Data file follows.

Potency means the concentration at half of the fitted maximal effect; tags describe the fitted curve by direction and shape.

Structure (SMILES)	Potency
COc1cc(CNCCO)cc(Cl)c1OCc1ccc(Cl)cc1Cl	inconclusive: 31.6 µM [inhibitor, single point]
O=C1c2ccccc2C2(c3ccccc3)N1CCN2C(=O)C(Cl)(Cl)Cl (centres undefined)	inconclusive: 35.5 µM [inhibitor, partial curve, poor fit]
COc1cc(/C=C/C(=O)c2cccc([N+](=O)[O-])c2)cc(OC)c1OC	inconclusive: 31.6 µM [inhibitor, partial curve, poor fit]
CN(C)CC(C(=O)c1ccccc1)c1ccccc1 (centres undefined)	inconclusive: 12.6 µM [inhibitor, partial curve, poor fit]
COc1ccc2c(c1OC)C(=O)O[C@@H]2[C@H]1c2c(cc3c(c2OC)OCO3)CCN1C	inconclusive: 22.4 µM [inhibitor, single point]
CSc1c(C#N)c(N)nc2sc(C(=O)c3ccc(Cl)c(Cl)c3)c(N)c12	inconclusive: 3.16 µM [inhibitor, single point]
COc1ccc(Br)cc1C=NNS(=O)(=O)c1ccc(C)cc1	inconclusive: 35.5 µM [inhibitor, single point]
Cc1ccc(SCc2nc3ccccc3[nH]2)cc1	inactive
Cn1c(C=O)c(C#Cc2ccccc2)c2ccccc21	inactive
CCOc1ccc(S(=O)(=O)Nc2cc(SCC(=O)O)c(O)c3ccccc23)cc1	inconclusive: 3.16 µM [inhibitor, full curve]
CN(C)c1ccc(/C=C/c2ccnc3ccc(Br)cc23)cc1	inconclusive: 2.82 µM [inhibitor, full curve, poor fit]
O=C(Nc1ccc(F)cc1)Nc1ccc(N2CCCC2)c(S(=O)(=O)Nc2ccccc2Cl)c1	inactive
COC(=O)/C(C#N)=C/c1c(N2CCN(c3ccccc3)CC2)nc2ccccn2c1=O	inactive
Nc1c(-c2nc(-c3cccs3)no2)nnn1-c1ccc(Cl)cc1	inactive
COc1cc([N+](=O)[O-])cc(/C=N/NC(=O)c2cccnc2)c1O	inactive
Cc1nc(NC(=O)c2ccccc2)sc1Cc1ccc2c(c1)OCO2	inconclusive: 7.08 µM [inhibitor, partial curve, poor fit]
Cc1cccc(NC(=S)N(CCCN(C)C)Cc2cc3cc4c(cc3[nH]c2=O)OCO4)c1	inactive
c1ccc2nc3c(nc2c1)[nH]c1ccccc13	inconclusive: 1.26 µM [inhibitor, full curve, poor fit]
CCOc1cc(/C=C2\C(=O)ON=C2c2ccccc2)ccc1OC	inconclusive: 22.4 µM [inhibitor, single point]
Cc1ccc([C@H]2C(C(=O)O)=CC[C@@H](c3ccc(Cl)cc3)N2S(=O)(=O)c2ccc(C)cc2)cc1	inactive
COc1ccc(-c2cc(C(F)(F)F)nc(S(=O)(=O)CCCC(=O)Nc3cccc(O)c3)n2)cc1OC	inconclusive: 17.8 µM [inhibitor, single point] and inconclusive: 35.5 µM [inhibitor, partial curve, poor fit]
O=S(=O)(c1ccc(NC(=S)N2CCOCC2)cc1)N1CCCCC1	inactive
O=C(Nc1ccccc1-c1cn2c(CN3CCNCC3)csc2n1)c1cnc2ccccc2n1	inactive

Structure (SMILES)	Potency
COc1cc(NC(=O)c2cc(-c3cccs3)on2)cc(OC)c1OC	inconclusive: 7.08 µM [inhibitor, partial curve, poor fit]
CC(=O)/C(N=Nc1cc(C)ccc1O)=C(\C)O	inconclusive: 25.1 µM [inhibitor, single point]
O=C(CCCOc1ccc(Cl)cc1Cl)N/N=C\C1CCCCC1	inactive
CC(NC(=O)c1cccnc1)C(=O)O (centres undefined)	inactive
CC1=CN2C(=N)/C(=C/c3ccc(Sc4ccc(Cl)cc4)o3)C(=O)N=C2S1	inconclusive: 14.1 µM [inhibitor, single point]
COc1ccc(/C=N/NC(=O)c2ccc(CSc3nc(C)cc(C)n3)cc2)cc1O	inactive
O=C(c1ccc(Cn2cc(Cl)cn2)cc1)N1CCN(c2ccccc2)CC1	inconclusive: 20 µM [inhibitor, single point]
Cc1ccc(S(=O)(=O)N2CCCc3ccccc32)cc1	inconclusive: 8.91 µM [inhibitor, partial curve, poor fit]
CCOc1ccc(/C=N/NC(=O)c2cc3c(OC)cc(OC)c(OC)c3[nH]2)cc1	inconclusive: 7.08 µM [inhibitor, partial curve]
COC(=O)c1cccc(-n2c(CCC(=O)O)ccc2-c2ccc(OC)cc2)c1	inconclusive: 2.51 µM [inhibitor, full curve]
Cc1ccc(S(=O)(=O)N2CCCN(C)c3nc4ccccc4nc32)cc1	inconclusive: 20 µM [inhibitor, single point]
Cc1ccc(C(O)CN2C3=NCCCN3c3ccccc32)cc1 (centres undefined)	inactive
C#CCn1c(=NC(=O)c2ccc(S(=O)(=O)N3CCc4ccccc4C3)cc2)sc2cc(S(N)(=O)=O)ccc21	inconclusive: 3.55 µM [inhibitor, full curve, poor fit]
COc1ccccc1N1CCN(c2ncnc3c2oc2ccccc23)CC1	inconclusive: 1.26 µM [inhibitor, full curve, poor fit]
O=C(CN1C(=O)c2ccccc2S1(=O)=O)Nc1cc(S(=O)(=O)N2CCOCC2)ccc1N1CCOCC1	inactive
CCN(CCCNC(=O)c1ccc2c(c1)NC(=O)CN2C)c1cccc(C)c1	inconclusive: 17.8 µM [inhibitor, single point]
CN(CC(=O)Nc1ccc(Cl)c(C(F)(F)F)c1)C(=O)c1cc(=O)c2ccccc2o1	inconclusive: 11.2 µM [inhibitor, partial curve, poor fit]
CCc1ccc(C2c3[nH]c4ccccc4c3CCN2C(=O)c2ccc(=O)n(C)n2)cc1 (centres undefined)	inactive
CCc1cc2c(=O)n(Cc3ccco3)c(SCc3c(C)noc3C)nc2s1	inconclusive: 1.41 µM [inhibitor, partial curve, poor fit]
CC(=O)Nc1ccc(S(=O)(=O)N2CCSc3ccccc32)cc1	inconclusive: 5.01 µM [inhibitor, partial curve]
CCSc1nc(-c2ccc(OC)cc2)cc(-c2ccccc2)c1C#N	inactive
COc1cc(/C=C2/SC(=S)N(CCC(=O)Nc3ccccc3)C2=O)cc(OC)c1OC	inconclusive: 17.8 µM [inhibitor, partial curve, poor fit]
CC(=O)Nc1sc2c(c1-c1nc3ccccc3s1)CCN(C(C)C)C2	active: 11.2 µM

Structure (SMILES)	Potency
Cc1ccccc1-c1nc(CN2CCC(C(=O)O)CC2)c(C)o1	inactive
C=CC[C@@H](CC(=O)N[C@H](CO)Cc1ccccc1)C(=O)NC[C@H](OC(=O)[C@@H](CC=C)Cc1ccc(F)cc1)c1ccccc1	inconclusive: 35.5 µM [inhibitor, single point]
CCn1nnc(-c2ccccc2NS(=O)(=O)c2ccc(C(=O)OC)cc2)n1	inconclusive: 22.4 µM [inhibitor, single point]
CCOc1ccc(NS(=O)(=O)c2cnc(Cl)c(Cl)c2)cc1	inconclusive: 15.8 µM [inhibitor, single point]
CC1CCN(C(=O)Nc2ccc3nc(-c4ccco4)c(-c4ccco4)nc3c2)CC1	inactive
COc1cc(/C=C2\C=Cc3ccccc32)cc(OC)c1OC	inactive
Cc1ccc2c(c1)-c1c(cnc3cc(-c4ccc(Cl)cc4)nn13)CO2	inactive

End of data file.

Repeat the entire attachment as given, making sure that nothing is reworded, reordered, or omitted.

Potency means the concentration at half of the fitted maximal effect; tags describe the fitted curve by direction and shape.

Structure (SMILES)	Potency
COc1cc(CNCCO)cc(Cl)c1OCc1ccc(Cl)cc1Cl	inconclusive: 31.6 µM [inhibitor, single point]
O=C1c2ccccc2C2(c3ccccc3)N1CCN2C(=O)C(Cl)(Cl)Cl (centres undefined)	inconclusive: 35.5 µM [inhibitor, partial curve, poor fit]
COc1cc(/C=C/C(=O)c2cccc([N+](=O)[O-])c2)cc(OC)c1OC	inconclusive: 31.6 µM [inhibitor, partial curve, poor fit]
CN(C)CC(C(=O)c1ccccc1)c1ccccc1 (centres undefined)	inconclusive: 12.6 µM [inhibitor, partial curve, poor fit]
COc1ccc2c(c1OC)C(=O)O[C@@H]2[C@H]1c2c(cc3c(c2OC)OCO3)CCN1C	inconclusive: 22.4 µM [inhibitor, single point]
CSc1c(C#N)c(N)nc2sc(C(=O)c3ccc(Cl)c(Cl)c3)c(N)c12	inconclusive: 3.16 µM [inhibitor, single point]
COc1ccc(Br)cc1C=NNS(=O)(=O)c1ccc(C)cc1	inconclusive: 35.5 µM [inhibitor, single point]
Cc1ccc(SCc2nc3ccccc3[nH]2)cc1	inactive
Cn1c(C=O)c(C#Cc2ccccc2)c2ccccc21	inactive
CCOc1ccc(S(=O)(=O)Nc2cc(SCC(=O)O)c(O)c3ccccc23)cc1	inconclusive: 3.16 µM [inhibitor, full curve]
CN(C)c1ccc(/C=C/c2ccnc3ccc(Br)cc23)cc1	inconclusive: 2.82 µM [inhibitor, full curve, poor fit]
O=C(Nc1ccc(F)cc1)Nc1ccc(N2CCCC2)c(S(=O)(=O)Nc2ccccc2Cl)c1	inactive
COC(=O)/C(C#N)=C/c1c(N2CCN(c3ccccc3)CC2)nc2ccccn2c1=O	inactive
Nc1c(-c2nc(-c3cccs3)no2)nnn1-c1ccc(Cl)cc1	inactive
COc1cc([N+](=O)[O-])cc(/C=N/NC(=O)c2cccnc2)c1O	inactive
Cc1nc(NC(=O)c2ccccc2)sc1Cc1ccc2c(c1)OCO2	inconclusive: 7.08 µM [inhibitor, partial curve, poor fit]
Cc1cccc(NC(=S)N(CCCN(C)C)Cc2cc3cc4c(cc3[nH]c2=O)OCO4)c1	inactive
c1ccc2nc3c(nc2c1)[nH]c1ccccc13	inconclusive: 1.26 µM [inhibitor, full curve, poor fit]
CCOc1cc(/C=C2\C(=O)ON=C2c2ccccc2)ccc1OC	inconclusive: 22.4 µM [inhibitor, single point]
Cc1ccc([C@H]2C(C(=O)O)=CC[C@@H](c3ccc(Cl)cc3)N2S(=O)(=O)c2ccc(C)cc2)cc1	inactive
COc1ccc(-c2cc(C(F)(F)F)nc(S(=O)(=O)CCCC(=O)Nc3cccc(O)c3)n2)cc1OC	inconclusive: 17.8 µM [inhibitor, single point] and inconclusive: 35.5 µM [inhibitor, partial curve, poor fit]
O=S(=O)(c1ccc(NC(=S)N2CCOCC2)cc1)N1CCCCC1	inactive
O=C(Nc1ccccc1-c1cn2c(CN3CCNCC3)csc2n1)c1cnc2ccccc2n1	inactive

Structure (SMILES)	Potency
COc1cc(NC(=O)c2cc(-c3cccs3)on2)cc(OC)c1OC	inconclusive: 7.08 µM [inhibitor, partial curve, poor fit]
CC(=O)/C(N=Nc1cc(C)ccc1O)=C(\C)O	inconclusive: 25.1 µM [inhibitor, single point]
O=C(CCCOc1ccc(Cl)cc1Cl)N/N=C\C1CCCCC1	inactive
CC(NC(=O)c1cccnc1)C(=O)O (centres undefined)	inactive
CC1=CN2C(=N)/C(=C/c3ccc(Sc4ccc(Cl)cc4)o3)C(=O)N=C2S1	inconclusive: 14.1 µM [inhibitor, single point]
COc1ccc(/C=N/NC(=O)c2ccc(CSc3nc(C)cc(C)n3)cc2)cc1O	inactive
O=C(c1ccc(Cn2cc(Cl)cn2)cc1)N1CCN(c2ccccc2)CC1	inconclusive: 20 µM [inhibitor, single point]
Cc1ccc(S(=O)(=O)N2CCCc3ccccc32)cc1	inconclusive: 8.91 µM [inhibitor, partial curve, poor fit]
CCOc1ccc(/C=N/NC(=O)c2cc3c(OC)cc(OC)c(OC)c3[nH]2)cc1	inconclusive: 7.08 µM [inhibitor, partial curve]
COC(=O)c1cccc(-n2c(CCC(=O)O)ccc2-c2ccc(OC)cc2)c1	inconclusive: 2.51 µM [inhibitor, full curve]
Cc1ccc(S(=O)(=O)N2CCCN(C)c3nc4ccccc4nc32)cc1	inconclusive: 20 µM [inhibitor, single point]
Cc1ccc(C(O)CN2C3=NCCCN3c3ccccc32)cc1 (centres undefined)	inactive
C#CCn1c(=NC(=O)c2ccc(S(=O)(=O)N3CCc4ccccc4C3)cc2)sc2cc(S(N)(=O)=O)ccc21	inconclusive: 3.55 µM [inhibitor, full curve, poor fit]
COc1ccccc1N1CCN(c2ncnc3c2oc2ccccc23)CC1	inconclusive: 1.26 µM [inhibitor, full curve, poor fit]
O=C(CN1C(=O)c2ccccc2S1(=O)=O)Nc1cc(S(=O)(=O)N2CCOCC2)ccc1N1CCOCC1	inactive
CCN(CCCNC(=O)c1ccc2c(c1)NC(=O)CN2C)c1cccc(C)c1	inconclusive: 17.8 µM [inhibitor, single point]
CN(CC(=O)Nc1ccc(Cl)c(C(F)(F)F)c1)C(=O)c1cc(=O)c2ccccc2o1	inconclusive: 11.2 µM [inhibitor, partial curve, poor fit]
CCc1ccc(C2c3[nH]c4ccccc4c3CCN2C(=O)c2ccc(=O)n(C)n2)cc1 (centres undefined)	inactive
CCc1cc2c(=O)n(Cc3ccco3)c(SCc3c(C)noc3C)nc2s1	inconclusive: 1.41 µM [inhibitor, partial curve, poor fit]
CC(=O)Nc1ccc(S(=O)(=O)N2CCSc3ccccc32)cc1	inconclusive: 5.01 µM [inhibitor, partial curve]
CCSc1nc(-c2ccc(OC)cc2)cc(-c2ccccc2)c1C#N	inactive
COc1cc(/C=C2/SC(=S)N(CCC(=O)Nc3ccccc3)C2=O)cc(OC)c1OC	inconclusive: 17.8 µM [inhibitor, partial curve, poor fit]
CC(=O)Nc1sc2c(c1-c1nc3ccccc3s1)CCN(C(C)C)C2	active: 11.2 µM

Structure (SMILES)	Potency
Cc1ccccc1-c1nc(CN2CCC(C(=O)O)CC2)c(C)o1	inactive
C=CC[C@@H](CC(=O)N[C@H](CO)Cc1ccccc1)C(=O)NC[C@H](OC(=O)[C@@H](CC=C)Cc1ccc(F)cc1)c1ccccc1	inconclusive: 35.5 µM [inhibitor, single point]
CCn1nnc(-c2ccccc2NS(=O)(=O)c2ccc(C(=O)OC)cc2)n1	inconclusive: 22.4 µM [inhibitor, single point]
CCOc1ccc(NS(=O)(=O)c2cnc(Cl)c(Cl)c2)cc1	inconclusive: 15.8 µM [inhibitor, single point]
CC1CCN(C(=O)Nc2ccc3nc(-c4ccco4)c(-c4ccco4)nc3c2)CC1	inactive
COc1cc(/C=C2\C=Cc3ccccc32)cc(OC)c1OC	inactive
Cc1ccc2c(c1)-c1c(cnc3cc(-c4ccc(Cl)cc4)nn13)CO2	inactive